October Issue and Emisphere Commentary
It’s only appropriate on the day we send out the October issue which covers the coming battle in the type 2 oral medication market, that Emisphere Technologies (NASDAQ:EMIS) released results of phase 2 study for the their oral insulin project. While Diabetic Investor agrees with Emisphere that insulin in a pill form has the potential to be a blockbuster product, there is little else we agree on.
While the company has not yet fully analyzed the data from this study it would be difficult to classify the results as encouraging. The study consisted of 71 patients, 35 taking the oral insulin, 36 taking a placebo. According to a press release issued by the company, “The four-arm study evaluated the safety and efficacy of low and high fixed doses of oral insulin tablets versus placebo patients with Type 2 Diabetes Mellitus on existing oral metformin monotherapy. Results showed that the total number of patients achieving a hemoglobin A1c (HbA1c) decrease more than 1.1% among the 35 patients dosed at the 10 mg QID dose of oral insulin was statistically significantly higher than the 36 placebo patients. A dose response was observed in Hba1c for the 10 mg QID and 5 mg QID doses of oral insulin versus placebo in patients enrolled with Hba1c values above 7.5% and being treated with 1,500 mg per day or more of metformin, however, these values did not reach statistical significance.”
First and foremost while a 1.1% decrease in A1c is ok, it could hardly be classified as great nor are the results better than existing therapies. Looking at the clinical data for Januvia™ the recently approved DPP4 from Merck (NYSE:MRK) and real life experience for Avandia from GlaxoSmithKline (NYSE:GSK) and Actos marketed by Lilly (NYSE:LLY) the results for Emisphere are sub-par. These existing therapies have shown much better A1c reduction when used alone or in combination with other oral medications.
Diabetic Investor also finds it disturbing that the company stated in their press release, “The study also demonstrated it was possible to deliver a fixed dose of insulin without the need to frequently monitor the patients’ blood glucose or to titrate the dose for any reason. Blood glucose was measured on a monthly basis.” It is important to note this study lasted just 90 days and while according to the company there were no significant differences in number of hypoglycemic events it is doubtful that the Food and Drug Administration (FDA) would allow further studies where glucose monitoring is done just once a month. (Perhaps this is why the company did not conduct this study in the US instead conducting this study in India.) Hypoglycemia can be serious side effect of insulin therapy which is one reason why physicians recommend patients using insulin check their glucose levels at least four times each day.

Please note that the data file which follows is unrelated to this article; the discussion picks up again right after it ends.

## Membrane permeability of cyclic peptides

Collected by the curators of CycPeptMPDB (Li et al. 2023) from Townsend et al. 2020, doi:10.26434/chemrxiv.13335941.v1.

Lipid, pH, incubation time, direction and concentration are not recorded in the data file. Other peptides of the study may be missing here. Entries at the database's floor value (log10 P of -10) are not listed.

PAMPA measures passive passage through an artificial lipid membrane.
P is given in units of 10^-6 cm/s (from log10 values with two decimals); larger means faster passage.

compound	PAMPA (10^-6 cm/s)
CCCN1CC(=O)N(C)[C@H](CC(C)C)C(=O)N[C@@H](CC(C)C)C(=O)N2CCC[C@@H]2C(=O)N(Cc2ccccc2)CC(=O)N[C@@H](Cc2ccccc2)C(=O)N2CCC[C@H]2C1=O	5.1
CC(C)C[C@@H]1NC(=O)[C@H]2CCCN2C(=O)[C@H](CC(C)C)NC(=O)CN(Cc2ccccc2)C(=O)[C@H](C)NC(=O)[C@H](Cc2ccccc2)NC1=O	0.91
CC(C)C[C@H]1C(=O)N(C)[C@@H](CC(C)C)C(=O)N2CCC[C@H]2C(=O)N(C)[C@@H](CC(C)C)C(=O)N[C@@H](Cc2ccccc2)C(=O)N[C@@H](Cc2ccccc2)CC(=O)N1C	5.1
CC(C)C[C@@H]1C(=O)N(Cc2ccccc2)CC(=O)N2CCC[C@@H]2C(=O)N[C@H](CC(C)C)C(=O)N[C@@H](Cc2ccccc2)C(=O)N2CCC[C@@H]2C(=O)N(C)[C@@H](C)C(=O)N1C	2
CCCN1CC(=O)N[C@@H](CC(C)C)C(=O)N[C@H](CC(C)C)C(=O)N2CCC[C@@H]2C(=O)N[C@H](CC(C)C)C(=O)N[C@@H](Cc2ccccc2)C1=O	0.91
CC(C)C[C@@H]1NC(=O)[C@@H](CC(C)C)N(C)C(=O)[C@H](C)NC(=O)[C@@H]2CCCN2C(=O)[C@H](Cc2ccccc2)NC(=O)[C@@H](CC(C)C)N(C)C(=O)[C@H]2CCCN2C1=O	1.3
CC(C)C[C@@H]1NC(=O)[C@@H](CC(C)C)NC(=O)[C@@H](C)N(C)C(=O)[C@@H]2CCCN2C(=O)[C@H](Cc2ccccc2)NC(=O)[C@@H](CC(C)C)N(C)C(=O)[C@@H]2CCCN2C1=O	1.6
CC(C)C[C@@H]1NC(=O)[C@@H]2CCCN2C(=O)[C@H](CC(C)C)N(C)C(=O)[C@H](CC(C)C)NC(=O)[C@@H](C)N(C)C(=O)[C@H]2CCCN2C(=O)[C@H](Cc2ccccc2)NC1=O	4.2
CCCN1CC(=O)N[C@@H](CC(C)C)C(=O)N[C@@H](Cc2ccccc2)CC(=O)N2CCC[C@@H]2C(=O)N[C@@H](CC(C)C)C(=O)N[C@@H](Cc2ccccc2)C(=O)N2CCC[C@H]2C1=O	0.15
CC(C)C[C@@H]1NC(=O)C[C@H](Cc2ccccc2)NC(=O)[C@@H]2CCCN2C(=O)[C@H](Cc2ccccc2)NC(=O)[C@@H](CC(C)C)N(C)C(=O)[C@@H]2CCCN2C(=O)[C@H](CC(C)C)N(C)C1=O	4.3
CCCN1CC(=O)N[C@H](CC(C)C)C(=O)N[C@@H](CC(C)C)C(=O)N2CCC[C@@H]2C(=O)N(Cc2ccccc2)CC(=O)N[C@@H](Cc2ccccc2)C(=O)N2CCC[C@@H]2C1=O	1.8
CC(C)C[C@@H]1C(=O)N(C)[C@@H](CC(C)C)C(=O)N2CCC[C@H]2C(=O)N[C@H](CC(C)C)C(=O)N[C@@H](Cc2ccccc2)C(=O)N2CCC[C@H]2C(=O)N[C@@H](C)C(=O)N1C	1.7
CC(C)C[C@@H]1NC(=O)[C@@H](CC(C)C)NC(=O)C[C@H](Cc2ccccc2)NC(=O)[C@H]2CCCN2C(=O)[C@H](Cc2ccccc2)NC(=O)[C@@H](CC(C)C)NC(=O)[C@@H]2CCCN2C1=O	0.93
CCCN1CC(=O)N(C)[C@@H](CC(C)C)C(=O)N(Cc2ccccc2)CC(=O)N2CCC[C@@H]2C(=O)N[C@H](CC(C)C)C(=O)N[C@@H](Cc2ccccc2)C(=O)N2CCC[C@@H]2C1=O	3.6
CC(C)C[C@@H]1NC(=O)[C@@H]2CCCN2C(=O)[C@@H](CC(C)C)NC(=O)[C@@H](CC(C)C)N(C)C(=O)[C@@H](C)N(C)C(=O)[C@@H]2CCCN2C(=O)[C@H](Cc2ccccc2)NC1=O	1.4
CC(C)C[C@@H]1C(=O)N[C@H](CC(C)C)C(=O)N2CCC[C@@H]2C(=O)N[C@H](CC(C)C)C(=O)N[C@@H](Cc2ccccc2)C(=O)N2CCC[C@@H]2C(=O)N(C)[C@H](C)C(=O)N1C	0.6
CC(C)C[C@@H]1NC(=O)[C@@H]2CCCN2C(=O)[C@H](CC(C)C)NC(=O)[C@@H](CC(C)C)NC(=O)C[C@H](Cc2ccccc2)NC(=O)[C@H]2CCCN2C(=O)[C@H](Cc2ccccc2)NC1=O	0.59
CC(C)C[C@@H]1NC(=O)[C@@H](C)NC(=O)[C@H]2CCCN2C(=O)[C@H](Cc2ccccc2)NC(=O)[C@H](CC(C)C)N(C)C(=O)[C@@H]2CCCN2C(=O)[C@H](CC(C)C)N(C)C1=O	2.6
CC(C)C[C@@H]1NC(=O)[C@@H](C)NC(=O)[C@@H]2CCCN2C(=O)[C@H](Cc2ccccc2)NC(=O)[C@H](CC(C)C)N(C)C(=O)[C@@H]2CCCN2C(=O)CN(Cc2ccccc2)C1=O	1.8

During the call today the company implied they are very close to signing a deal with a major pharmaceutical company. As we point out in the October issue which is attached to this email, the market for diabetes drugs could reach nearly $30 billion by 2011. It is also well known that with the epidemic growth rate of diabetes and pre-diabetes that nearly every major pharma company is looking to get a slice of this market. While it is possible that a major pharma company will sign an agreement with Emisphere, once again proving the greater fool theory of investing, Diabetic Investor isn’t convinced.
Having followed Emisphere for quite some time this is not the first time we have heard the company mention that they are moments away from signing a deal. In fact we would go as far as stating that this is the one consistent theme in every conversation we’ve had with the company. Emisphere reminds Diabetic Investor of the little boy who cried wolf, only in this case it’s not sheep that will get slaughtered but investors in Emisphere.